The Forgiven: Mpho Tutu Speaks on the Film and What It Means to Her Father’s Legacy

Forest Whitaker as Archbishop Desmond Tutu
Forest Whitaker as Archbishop Desmond Tutu
Photo: Saban Films

The motion picture The Forgiven was released in theaters March 9 with an expanded release on March 16 that includes video on demand and digital HD. The movie, from Saban Films, stars Forest Whitaker as Archbishop Desmond Tutu.


The plot, a blend of fact and fiction, focuses on what happens after Tutu is appointed head of a nationwide investigation as part of the postapartheid Truth and Reconciliation Commission. According to the synopsis, “he’s summoned to a maximum-security prison by a notorious murderer seeking clemency [played by Eric Bana]. Inside the brutal prison walls, Tutu is drawn into a dangerous, life-changing battle with the cunning criminal.”

Recently, The Root had a chance to speak with Mpho Tutu, Desmond Tutu’s daughter and spokesperson.


While neither Mpho nor Desmond Tutu himself played a role in the film getting made, Mpho was approached by the filmmakers to see if her father would give his blessing to the making of the film.

Desmond Tutu stated that he understood it to be an artistic work, and as such was the work of the artist, whether or not he gave his blessing. He was grateful, however, to be asked for his blessing, Mpho says. Desmond Tutu did see the film and was really pleased with the story, his daughter says, and ultimately endorsed it as a story well told.

Mpho also feels that the story was very well told.

“It’s a work that is a mixture of fact and fiction,” she told The Root. “The people who are portrayed in the film are made up of many strands of South African stories. My father is recognizable as my father because he played such a pivotal role in the commission, and Mr. Whitaker portrayed him quite masterfully. I thought it was a really beautiful film and it told a really important story.”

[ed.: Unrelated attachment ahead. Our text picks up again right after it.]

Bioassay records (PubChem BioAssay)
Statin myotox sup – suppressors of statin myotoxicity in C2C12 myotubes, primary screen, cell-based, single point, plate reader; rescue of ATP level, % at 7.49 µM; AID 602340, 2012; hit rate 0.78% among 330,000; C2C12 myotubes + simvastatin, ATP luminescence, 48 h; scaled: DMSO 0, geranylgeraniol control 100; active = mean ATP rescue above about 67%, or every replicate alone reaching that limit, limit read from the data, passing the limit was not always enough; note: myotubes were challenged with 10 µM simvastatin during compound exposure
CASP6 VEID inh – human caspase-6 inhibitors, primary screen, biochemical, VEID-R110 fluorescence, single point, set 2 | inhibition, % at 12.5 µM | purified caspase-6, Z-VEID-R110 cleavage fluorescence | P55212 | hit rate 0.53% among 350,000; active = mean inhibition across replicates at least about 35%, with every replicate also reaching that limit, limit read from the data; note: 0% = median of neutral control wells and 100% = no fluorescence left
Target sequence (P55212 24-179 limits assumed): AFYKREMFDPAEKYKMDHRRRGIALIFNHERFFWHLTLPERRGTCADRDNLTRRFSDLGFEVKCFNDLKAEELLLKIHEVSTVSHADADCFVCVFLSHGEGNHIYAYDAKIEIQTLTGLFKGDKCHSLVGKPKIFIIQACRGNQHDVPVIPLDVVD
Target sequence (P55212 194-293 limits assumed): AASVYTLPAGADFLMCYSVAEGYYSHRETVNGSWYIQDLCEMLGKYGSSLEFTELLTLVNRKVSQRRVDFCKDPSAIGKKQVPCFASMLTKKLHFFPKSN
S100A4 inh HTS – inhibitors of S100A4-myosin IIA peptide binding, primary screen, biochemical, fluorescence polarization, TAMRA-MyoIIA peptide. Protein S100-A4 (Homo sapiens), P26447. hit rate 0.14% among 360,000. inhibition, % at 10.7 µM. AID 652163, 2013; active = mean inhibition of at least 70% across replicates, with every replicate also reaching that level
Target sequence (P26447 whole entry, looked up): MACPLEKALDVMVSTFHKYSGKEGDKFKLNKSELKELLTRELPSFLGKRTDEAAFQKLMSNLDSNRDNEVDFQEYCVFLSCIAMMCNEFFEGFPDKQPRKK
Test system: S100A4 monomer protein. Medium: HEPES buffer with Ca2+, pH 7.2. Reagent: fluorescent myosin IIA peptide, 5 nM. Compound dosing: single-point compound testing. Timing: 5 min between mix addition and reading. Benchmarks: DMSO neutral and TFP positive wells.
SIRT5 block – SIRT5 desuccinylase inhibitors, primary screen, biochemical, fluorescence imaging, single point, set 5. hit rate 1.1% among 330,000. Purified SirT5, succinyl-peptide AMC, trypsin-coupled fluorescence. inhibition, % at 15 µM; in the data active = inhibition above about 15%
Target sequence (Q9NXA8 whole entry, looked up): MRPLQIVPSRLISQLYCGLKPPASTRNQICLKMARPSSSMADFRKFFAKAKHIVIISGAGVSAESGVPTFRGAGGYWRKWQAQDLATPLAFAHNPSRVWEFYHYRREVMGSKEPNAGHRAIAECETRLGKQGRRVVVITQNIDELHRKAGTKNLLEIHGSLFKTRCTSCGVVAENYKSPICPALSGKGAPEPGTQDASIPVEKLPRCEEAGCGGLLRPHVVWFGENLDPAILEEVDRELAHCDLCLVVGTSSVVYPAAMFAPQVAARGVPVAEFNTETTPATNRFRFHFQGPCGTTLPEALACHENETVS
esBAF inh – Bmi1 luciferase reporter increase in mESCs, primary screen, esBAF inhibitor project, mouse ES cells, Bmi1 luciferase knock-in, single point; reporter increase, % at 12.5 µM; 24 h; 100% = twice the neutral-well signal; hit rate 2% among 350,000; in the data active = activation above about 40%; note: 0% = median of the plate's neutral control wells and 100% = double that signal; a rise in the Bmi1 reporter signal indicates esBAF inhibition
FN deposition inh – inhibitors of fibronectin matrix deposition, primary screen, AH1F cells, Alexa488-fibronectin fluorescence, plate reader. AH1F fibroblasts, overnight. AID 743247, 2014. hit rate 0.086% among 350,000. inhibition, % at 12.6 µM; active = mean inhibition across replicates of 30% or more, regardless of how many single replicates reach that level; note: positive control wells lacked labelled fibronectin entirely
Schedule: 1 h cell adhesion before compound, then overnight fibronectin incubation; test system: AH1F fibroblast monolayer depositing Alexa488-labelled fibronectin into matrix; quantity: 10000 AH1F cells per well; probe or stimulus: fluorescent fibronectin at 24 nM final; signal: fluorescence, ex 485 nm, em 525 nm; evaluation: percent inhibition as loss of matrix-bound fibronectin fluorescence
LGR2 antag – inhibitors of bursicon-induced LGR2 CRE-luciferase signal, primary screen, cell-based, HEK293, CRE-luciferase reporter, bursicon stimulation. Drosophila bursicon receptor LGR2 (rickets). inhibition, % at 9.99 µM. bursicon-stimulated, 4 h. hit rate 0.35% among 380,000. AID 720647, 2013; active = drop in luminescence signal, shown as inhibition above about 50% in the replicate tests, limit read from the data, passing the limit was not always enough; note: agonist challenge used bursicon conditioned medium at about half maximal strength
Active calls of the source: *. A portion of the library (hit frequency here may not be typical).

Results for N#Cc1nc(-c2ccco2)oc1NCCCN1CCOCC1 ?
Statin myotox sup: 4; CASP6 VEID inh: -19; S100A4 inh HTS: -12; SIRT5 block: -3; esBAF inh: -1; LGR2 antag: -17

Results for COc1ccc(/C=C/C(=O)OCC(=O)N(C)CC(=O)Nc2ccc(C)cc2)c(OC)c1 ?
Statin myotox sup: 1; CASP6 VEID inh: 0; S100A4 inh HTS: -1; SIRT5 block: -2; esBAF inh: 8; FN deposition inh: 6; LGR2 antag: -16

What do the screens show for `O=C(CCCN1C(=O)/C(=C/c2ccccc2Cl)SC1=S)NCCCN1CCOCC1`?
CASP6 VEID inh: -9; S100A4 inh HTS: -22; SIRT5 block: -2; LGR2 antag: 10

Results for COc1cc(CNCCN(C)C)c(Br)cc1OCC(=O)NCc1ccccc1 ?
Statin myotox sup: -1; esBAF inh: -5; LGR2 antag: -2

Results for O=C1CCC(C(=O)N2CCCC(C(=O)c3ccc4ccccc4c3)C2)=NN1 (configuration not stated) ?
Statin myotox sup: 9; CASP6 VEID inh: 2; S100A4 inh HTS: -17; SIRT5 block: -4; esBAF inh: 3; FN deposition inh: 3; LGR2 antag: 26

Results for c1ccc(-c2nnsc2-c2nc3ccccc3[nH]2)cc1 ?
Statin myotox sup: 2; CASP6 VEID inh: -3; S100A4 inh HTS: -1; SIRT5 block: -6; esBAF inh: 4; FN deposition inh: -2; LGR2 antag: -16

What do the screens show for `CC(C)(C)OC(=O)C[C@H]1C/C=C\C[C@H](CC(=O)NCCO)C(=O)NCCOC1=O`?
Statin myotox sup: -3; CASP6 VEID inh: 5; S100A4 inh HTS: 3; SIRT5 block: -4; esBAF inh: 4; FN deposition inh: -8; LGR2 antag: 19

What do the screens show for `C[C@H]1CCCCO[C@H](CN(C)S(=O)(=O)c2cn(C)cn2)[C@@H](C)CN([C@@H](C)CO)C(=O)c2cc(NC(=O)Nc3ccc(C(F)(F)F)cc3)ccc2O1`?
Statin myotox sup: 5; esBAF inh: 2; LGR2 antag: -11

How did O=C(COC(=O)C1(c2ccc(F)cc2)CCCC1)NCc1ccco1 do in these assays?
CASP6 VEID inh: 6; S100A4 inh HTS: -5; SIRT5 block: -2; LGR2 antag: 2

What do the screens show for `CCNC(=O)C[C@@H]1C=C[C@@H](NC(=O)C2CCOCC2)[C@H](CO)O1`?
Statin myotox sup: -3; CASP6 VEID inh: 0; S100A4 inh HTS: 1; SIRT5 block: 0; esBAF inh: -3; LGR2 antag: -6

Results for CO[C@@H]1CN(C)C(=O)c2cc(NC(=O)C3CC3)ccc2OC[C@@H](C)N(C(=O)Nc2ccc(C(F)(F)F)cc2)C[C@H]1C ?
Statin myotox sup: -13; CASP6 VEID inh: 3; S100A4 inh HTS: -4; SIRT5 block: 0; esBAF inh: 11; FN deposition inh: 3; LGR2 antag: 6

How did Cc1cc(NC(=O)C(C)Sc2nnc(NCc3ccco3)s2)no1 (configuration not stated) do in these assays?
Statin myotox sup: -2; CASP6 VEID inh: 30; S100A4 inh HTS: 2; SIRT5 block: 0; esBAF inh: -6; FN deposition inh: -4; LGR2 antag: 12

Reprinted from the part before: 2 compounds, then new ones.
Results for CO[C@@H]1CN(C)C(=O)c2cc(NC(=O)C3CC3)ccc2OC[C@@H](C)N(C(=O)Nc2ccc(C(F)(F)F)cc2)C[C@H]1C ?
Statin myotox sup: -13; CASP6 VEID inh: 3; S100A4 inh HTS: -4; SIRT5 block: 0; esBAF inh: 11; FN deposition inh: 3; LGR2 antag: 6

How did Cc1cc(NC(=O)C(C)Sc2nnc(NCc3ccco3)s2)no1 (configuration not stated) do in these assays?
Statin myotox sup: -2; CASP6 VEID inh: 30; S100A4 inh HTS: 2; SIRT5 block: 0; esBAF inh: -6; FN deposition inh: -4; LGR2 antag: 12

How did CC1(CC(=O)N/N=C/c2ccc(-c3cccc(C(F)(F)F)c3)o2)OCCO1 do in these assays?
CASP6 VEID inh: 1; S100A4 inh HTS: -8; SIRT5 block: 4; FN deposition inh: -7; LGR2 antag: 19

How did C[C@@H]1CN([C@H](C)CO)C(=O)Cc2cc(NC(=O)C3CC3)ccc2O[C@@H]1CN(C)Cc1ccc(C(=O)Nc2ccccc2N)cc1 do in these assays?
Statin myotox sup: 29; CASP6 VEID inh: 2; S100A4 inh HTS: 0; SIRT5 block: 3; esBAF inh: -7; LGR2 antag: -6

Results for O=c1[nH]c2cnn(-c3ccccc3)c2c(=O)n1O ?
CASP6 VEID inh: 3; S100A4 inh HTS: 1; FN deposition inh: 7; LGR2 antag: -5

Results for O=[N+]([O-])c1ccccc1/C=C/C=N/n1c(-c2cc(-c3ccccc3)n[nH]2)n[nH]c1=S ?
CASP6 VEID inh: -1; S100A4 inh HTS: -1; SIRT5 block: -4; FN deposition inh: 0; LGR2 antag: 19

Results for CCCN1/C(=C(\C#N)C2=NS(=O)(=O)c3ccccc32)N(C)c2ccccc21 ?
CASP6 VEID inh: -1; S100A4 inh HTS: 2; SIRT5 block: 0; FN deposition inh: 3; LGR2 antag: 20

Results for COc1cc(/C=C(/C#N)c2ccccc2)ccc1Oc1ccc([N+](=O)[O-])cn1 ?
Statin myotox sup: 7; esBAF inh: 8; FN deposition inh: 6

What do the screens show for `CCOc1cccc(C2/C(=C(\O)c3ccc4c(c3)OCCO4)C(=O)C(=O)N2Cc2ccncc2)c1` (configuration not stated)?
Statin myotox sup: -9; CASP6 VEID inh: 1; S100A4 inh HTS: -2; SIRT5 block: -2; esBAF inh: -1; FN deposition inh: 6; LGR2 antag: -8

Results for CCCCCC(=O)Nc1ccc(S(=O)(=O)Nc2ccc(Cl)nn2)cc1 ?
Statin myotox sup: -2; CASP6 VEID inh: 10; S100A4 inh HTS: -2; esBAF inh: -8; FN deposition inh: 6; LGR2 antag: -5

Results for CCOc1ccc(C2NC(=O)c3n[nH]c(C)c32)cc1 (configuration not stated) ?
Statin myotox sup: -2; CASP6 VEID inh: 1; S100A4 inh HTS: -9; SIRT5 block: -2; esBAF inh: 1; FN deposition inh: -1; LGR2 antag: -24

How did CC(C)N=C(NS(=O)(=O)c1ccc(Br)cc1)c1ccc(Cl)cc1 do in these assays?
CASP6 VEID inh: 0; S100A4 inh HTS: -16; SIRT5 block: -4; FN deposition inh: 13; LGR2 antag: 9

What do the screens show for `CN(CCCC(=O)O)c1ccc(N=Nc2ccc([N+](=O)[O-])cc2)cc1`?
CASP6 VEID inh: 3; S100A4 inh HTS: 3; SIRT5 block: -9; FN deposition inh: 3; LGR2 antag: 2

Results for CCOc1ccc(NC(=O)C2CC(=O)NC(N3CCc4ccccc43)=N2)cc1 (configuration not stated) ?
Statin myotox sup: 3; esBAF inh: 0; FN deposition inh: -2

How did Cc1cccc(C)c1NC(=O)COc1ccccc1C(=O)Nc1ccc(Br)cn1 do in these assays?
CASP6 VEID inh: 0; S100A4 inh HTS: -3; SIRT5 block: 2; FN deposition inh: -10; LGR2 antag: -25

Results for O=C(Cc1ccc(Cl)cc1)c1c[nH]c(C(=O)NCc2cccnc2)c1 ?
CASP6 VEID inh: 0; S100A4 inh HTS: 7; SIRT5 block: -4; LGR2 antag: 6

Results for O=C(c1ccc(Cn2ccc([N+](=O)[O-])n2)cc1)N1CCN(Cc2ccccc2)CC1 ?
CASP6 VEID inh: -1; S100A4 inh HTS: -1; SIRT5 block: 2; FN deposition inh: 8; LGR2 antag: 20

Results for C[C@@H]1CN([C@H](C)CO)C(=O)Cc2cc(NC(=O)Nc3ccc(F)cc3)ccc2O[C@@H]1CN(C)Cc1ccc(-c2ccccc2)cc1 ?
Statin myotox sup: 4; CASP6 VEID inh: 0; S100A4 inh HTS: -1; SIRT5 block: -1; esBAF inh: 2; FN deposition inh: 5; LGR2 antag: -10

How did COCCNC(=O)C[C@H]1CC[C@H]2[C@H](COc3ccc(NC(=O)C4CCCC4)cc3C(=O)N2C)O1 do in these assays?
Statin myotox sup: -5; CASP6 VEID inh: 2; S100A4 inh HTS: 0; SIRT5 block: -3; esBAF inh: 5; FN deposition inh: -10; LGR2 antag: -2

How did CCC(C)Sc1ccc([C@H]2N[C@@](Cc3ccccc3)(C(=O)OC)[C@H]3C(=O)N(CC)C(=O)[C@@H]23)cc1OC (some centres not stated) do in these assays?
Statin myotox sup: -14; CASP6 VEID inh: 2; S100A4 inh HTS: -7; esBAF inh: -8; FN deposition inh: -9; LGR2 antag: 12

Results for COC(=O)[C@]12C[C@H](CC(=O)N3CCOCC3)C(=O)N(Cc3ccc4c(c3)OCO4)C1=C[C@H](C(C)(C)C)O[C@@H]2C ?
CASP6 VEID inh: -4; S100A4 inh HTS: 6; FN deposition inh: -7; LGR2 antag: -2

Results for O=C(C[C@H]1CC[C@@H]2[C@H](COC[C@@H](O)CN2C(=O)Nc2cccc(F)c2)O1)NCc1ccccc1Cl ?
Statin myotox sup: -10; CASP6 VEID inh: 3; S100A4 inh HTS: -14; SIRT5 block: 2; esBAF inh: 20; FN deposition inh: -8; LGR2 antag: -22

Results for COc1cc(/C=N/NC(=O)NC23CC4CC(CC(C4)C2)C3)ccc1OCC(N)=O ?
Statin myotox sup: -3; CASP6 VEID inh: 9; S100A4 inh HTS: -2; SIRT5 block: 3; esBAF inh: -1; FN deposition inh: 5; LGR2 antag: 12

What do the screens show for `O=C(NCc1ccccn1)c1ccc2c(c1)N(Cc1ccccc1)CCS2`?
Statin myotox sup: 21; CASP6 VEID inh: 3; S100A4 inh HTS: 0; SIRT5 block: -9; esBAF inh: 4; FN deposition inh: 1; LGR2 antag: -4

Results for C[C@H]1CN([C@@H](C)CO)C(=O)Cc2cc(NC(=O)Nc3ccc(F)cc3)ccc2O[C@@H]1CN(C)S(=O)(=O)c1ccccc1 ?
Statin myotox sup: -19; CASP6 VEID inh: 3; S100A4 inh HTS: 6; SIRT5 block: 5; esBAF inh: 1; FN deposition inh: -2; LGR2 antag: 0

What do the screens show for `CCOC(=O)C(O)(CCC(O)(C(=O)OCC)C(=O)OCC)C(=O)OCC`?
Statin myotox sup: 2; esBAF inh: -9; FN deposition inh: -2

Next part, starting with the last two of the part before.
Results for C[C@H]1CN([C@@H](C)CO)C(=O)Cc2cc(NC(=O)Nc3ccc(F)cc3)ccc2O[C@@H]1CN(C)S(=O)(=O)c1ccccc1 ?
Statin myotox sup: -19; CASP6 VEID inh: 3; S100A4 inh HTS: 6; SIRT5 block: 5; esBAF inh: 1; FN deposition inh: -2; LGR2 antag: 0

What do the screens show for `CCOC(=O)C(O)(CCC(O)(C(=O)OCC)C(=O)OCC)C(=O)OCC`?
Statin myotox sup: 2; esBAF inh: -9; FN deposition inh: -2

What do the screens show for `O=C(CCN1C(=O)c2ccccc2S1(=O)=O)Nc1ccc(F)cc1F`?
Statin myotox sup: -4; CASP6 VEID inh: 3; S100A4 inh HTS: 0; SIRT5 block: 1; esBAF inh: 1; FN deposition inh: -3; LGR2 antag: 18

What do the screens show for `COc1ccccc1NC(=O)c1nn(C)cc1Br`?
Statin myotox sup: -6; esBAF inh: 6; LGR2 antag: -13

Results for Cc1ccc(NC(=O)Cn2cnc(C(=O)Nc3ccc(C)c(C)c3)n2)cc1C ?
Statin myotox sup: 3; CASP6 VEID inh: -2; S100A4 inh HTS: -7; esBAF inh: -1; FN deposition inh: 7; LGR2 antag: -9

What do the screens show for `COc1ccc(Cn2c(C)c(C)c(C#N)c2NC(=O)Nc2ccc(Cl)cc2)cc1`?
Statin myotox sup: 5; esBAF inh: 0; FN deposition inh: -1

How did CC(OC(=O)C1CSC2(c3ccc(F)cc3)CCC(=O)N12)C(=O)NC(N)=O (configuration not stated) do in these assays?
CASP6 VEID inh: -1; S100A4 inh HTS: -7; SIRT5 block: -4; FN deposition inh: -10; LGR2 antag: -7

Because the tale told in The Forgiven is made up of the strands of several stories, most of the people portrayed in the film are amalgams of several people. Still, for Mpho, there are pieces of the story that are very familiar: “The Truth and Reconciliation Commission was a large part of the life of South Africa, so that piece of the story was very recognizable.”

Mpho also believes that the film does her father’s legacy justice.

“One of the things that is striking about my father’s legacy is that he was able to bring the stories of courage of so many South Africans into public view. What is most potent about his legacy is that he got to be a spokesperson for so many heroes and heroines. That comes through in the film,” she said.


Although the film puts her father at the forefront, Mpho says it’s important to remember that there are many people with important stories that don’t get told.

“Although my father’s role in this film looms large, it soon becomes evident that the real heroes and heroines of this story are those who are often called the little people—people who are so often forgotten and whose names we don’t know. The people whose stories we may sometimes ignore—they have a crucial lesson to teach all of us about real courage, about genuine generosity and about true forgiveness,” she said.


Mpho hopes that many people will get a chance to view this film and allow it to touch their lives.

We here at The Root hope for the same.

News Editor for The Root. I said what I said. Period.

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I honor Desmond Tutu as a cultural hero and will make a point of seeing this film. His response is characteristically thoughtful and humble. A shining light to emulate.